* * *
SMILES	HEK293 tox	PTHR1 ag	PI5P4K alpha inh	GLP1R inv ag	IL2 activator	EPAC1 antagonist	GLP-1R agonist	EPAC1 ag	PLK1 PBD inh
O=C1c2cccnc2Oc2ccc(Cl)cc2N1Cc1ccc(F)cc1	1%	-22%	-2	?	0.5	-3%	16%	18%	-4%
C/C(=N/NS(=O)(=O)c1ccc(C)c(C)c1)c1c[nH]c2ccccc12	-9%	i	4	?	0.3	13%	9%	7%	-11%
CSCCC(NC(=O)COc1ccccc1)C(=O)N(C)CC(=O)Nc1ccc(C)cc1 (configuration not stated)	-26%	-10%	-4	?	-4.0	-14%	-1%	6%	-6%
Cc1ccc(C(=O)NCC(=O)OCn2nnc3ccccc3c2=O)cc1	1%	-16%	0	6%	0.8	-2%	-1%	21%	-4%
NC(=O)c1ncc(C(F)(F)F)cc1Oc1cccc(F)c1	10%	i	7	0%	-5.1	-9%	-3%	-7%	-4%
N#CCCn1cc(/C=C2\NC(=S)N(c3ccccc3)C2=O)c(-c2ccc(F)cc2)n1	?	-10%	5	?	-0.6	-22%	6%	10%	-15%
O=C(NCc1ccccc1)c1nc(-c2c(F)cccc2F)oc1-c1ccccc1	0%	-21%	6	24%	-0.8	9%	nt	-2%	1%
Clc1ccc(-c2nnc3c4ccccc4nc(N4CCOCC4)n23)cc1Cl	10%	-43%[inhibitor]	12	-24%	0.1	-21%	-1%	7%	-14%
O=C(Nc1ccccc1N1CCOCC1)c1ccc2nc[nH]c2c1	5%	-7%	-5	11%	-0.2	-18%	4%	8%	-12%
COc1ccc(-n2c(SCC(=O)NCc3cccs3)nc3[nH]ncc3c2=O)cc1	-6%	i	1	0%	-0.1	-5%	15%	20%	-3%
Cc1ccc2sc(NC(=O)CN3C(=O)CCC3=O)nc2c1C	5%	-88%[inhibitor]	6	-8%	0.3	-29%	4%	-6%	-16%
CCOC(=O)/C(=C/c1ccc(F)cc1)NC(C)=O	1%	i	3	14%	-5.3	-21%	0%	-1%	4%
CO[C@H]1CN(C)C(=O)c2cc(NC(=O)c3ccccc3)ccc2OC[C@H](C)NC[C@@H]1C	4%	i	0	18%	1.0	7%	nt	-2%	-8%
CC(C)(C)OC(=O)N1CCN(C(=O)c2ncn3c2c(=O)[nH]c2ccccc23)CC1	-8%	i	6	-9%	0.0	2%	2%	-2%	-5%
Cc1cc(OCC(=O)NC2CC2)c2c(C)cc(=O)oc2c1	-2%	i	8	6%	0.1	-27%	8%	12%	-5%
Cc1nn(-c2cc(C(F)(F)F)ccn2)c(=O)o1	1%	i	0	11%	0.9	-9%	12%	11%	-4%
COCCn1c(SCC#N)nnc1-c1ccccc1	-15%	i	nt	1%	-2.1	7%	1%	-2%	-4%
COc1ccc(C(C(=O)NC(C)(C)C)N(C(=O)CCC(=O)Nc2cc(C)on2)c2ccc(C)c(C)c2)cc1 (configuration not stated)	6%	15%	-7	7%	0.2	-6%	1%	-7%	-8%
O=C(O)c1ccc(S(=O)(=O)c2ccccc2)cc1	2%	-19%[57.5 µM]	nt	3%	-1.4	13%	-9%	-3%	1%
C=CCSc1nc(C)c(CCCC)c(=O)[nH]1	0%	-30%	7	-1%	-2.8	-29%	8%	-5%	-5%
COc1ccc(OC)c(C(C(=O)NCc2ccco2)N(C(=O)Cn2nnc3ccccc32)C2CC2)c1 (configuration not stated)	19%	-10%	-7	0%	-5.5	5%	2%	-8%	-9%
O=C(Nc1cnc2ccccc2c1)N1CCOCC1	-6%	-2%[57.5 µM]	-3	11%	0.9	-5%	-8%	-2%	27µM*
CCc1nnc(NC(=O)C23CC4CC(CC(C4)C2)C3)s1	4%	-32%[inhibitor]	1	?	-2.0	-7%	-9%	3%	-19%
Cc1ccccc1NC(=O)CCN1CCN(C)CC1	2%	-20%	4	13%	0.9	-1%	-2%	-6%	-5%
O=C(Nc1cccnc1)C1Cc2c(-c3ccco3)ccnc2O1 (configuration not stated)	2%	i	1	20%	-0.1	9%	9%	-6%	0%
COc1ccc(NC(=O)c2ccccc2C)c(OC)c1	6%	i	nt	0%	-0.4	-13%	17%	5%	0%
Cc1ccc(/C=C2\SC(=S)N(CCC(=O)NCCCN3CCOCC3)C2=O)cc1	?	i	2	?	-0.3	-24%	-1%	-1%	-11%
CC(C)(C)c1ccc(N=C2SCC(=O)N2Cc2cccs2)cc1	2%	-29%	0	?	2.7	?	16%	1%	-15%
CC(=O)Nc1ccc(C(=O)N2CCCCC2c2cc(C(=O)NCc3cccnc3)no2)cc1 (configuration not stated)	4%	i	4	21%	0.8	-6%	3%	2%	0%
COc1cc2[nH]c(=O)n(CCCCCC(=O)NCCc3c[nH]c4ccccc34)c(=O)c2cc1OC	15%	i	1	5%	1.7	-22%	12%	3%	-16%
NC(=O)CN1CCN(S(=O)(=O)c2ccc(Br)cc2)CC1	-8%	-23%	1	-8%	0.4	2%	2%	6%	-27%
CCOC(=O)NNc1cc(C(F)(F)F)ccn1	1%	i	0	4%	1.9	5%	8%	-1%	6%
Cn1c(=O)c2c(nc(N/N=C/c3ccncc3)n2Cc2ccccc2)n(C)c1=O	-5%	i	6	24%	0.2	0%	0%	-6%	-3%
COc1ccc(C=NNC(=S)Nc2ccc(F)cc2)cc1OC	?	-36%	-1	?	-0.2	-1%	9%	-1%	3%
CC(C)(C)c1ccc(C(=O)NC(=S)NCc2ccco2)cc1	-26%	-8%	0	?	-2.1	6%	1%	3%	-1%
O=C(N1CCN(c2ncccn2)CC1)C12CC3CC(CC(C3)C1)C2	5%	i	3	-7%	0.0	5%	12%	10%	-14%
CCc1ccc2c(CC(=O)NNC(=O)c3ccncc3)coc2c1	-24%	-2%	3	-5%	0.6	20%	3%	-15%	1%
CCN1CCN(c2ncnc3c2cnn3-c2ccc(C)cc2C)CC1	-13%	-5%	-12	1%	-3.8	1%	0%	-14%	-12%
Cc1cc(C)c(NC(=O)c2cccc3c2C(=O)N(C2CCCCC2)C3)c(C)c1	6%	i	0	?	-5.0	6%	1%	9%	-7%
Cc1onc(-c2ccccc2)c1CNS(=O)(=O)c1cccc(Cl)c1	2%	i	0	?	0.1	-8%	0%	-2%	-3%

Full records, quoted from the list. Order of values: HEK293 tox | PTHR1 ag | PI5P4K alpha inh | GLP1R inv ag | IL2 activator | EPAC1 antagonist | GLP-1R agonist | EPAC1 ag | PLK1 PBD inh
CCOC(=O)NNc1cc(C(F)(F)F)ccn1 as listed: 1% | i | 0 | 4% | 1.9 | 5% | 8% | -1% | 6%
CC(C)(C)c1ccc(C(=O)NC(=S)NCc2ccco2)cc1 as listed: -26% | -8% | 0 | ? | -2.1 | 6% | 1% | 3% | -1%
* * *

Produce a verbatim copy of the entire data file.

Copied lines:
SMILES	HEK293 tox	PTHR1 ag	PI5P4K alpha inh	GLP1R inv ag	IL2 activator	EPAC1 antagonist	GLP-1R agonist	EPAC1 ag	PLK1 PBD inh
O=C1c2cccnc2Oc2ccc(Cl)cc2N1Cc1ccc(F)cc1	1%	-22%	-2	?	0.5	-3%	16%	18%	-4%
C/C(=N/NS(=O)(=O)c1ccc(C)c(C)c1)c1c[nH]c2ccccc12	-9%	i	4	?	0.3	13%	9%	7%	-11%
CSCCC(NC(=O)COc1ccccc1)C(=O)N(C)CC(=O)Nc1ccc(C)cc1 (configuration not stated)	-26%	-10%	-4	?	-4.0	-14%	-1%	6%	-6%
Cc1ccc(C(=O)NCC(=O)OCn2nnc3ccccc3c2=O)cc1	1%	-16%	0	6%	0.8	-2%	-1%	21%	-4%
NC(=O)c1ncc(C(F)(F)F)cc1Oc1cccc(F)c1	10%	i	7	0%	-5.1	-9%	-3%	-7%	-4%
N#CCCn1cc(/C=C2\NC(=S)N(c3ccccc3)C2=O)c(-c2ccc(F)cc2)n1	?	-10%	5	?	-0.6	-22%	6%	10%	-15%
O=C(NCc1ccccc1)c1nc(-c2c(F)cccc2F)oc1-c1ccccc1	0%	-21%	6	24%	-0.8	9%	nt	-2%	1%
Clc1ccc(-c2nnc3c4ccccc4nc(N4CCOCC4)n23)cc1Cl	10%	-43%[inhibitor]	12	-24%	0.1	-21%	-1%	7%	-14%
O=C(Nc1ccccc1N1CCOCC1)c1ccc2nc[nH]c2c1	5%	-7%	-5	11%	-0.2	-18%	4%	8%	-12%
COc1ccc(-n2c(SCC(=O)NCc3cccs3)nc3[nH]ncc3c2=O)cc1	-6%	i	1	0%	-0.1	-5%	15%	20%	-3%
Cc1ccc2sc(NC(=O)CN3C(=O)CCC3=O)nc2c1C	5%	-88%[inhibitor]	6	-8%	0.3	-29%	4%	-6%	-16%
CCOC(=O)/C(=C/c1ccc(F)cc1)NC(C)=O	1%	i	3	14%	-5.3	-21%	0%	-1%	4%
CO[C@H]1CN(C)C(=O)c2cc(NC(=O)c3ccccc3)ccc2OC[C@H](C)NC[C@@H]1C	4%	i	0	18%	1.0	7%	nt	-2%	-8%
CC(C)(C)OC(=O)N1CCN(C(=O)c2ncn3c2c(=O)[nH]c2ccccc23)CC1	-8%	i	6	-9%	0.0	2%	2%	-2%	-5%
Cc1cc(OCC(=O)NC2CC2)c2c(C)cc(=O)oc2c1	-2%	i	8	6%	0.1	-27%	8%	12%	-5%
Cc1nn(-c2cc(C(F)(F)F)ccn2)c(=O)o1	1%	i	0	11%	0.9	-9%	12%	11%	-4%
COCCn1c(SCC#N)nnc1-c1ccccc1	-15%	i	nt	1%	-2.1	7%	1%	-2%	-4%
COc1ccc(C(C(=O)NC(C)(C)C)N(C(=O)CCC(=O)Nc2cc(C)on2)c2ccc(C)c(C)c2)cc1 (configuration not stated)	6%	15%	-7	7%	0.2	-6%	1%	-7%	-8%
O=C(O)c1ccc(S(=O)(=O)c2ccccc2)cc1	2%	-19%[57.5 µM]	nt	3%	-1.4	13%	-9%	-3%	1%
C=CCSc1nc(C)c(CCCC)c(=O)[nH]1	0%	-30%	7	-1%	-2.8	-29%	8%	-5%	-5%
COc1ccc(OC)c(C(C(=O)NCc2ccco2)N(C(=O)Cn2nnc3ccccc32)C2CC2)c1 (configuration not stated)	19%	-10%	-7	0%	-5.5	5%	2%	-8%	-9%
O=C(Nc1cnc2ccccc2c1)N1CCOCC1	-6%	-2%[57.5 µM]	-3	11%	0.9	-5%	-8%	-2%	27µM*
CCc1nnc(NC(=O)C23CC4CC(CC(C4)C2)C3)s1	4%	-32%[inhibitor]	1	?	-2.0	-7%	-9%	3%	-19%
Cc1ccccc1NC(=O)CCN1CCN(C)CC1	2%	-20%	4	13%	0.9	-1%	-2%	-6%	-5%
O=C(Nc1cccnc1)C1Cc2c(-c3ccco3)ccnc2O1 (configuration not stated)	2%	i	1	20%	-0.1	9%	9%	-6%	0%
COc1ccc(NC(=O)c2ccccc2C)c(OC)c1	6%	i	nt	0%	-0.4	-13%	17%	5%	0%
Cc1ccc(/C=C2\SC(=S)N(CCC(=O)NCCCN3CCOCC3)C2=O)cc1	?	i	2	?	-0.3	-24%	-1%	-1%	-11%
CC(C)(C)c1ccc(N=C2SCC(=O)N2Cc2cccs2)cc1	2%	-29%	0	?	2.7	?	16%	1%	-15%
CC(=O)Nc1ccc(C(=O)N2CCCCC2c2cc(C(=O)NCc3cccnc3)no2)cc1 (configuration not stated)	4%	i	4	21%	0.8	-6%	3%	2%	0%
COc1cc2[nH]c(=O)n(CCCCCC(=O)NCCc3c[nH]c4ccccc34)c(=O)c2cc1OC	15%	i	1	5%	1.7	-22%	12%	3%	-16%
NC(=O)CN1CCN(S(=O)(=O)c2ccc(Br)cc2)CC1	-8%	-23%	1	-8%	0.4	2%	2%	6%	-27%
CCOC(=O)NNc1cc(C(F)(F)F)ccn1	1%	i	0	4%	1.9	5%	8%	-1%	6%
Cn1c(=O)c2c(nc(N/N=C/c3ccncc3)n2Cc2ccccc2)n(C)c1=O	-5%	i	6	24%	0.2	0%	0%	-6%	-3%
COc1ccc(C=NNC(=S)Nc2ccc(F)cc2)cc1OC	?	-36%	-1	?	-0.2	-1%	9%	-1%	3%
CC(C)(C)c1ccc(C(=O)NC(=S)NCc2ccco2)cc1	-26%	-8%	0	?	-2.1	6%	1%	3%	-1%
O=C(N1CCN(c2ncccn2)CC1)C12CC3CC(CC(C3)C1)C2	5%	i	3	-7%	0.0	5%	12%	10%	-14%
CCc1ccc2c(CC(=O)NNC(=O)c3ccncc3)coc2c1	-24%	-2%	3	-5%	0.6	20%	3%	-15%	1%
CCN1CCN(c2ncnc3c2cnn3-c2ccc(C)cc2C)CC1	-13%	-5%	-12	1%	-3.8	1%	0%	-14%	-12%
Cc1cc(C)c(NC(=O)c2cccc3c2C(=O)N(C2CCCCC2)C3)c(C)c1	6%	i	0	?	-5.0	6%	1%	9%	-7%
Cc1onc(-c2ccccc2)c1CNS(=O)(=O)c1cccc(Cl)c1	2%	i	0	?	0.1	-8%	0%	-2%	-3%

Full records, quoted from the list. Order of values: HEK293 tox | PTHR1 ag | PI5P4K alpha inh | GLP1R inv ag | IL2 activator | EPAC1 antagonist | GLP-1R agonist | EPAC1 ag | PLK1 PBD inh
CCOC(=O)NNc1cc(C(F)(F)F)ccn1 as listed: 1% | i | 0 | 4% | 1.9 | 5% | 8% | -1% | 6%
CC(C)(C)c1ccc(C(=O)NC(=S)NCc2ccco2)cc1 as listed: -26% | -8% | 0 | ? | -2.1 | 6% | 1% | 3% | -1%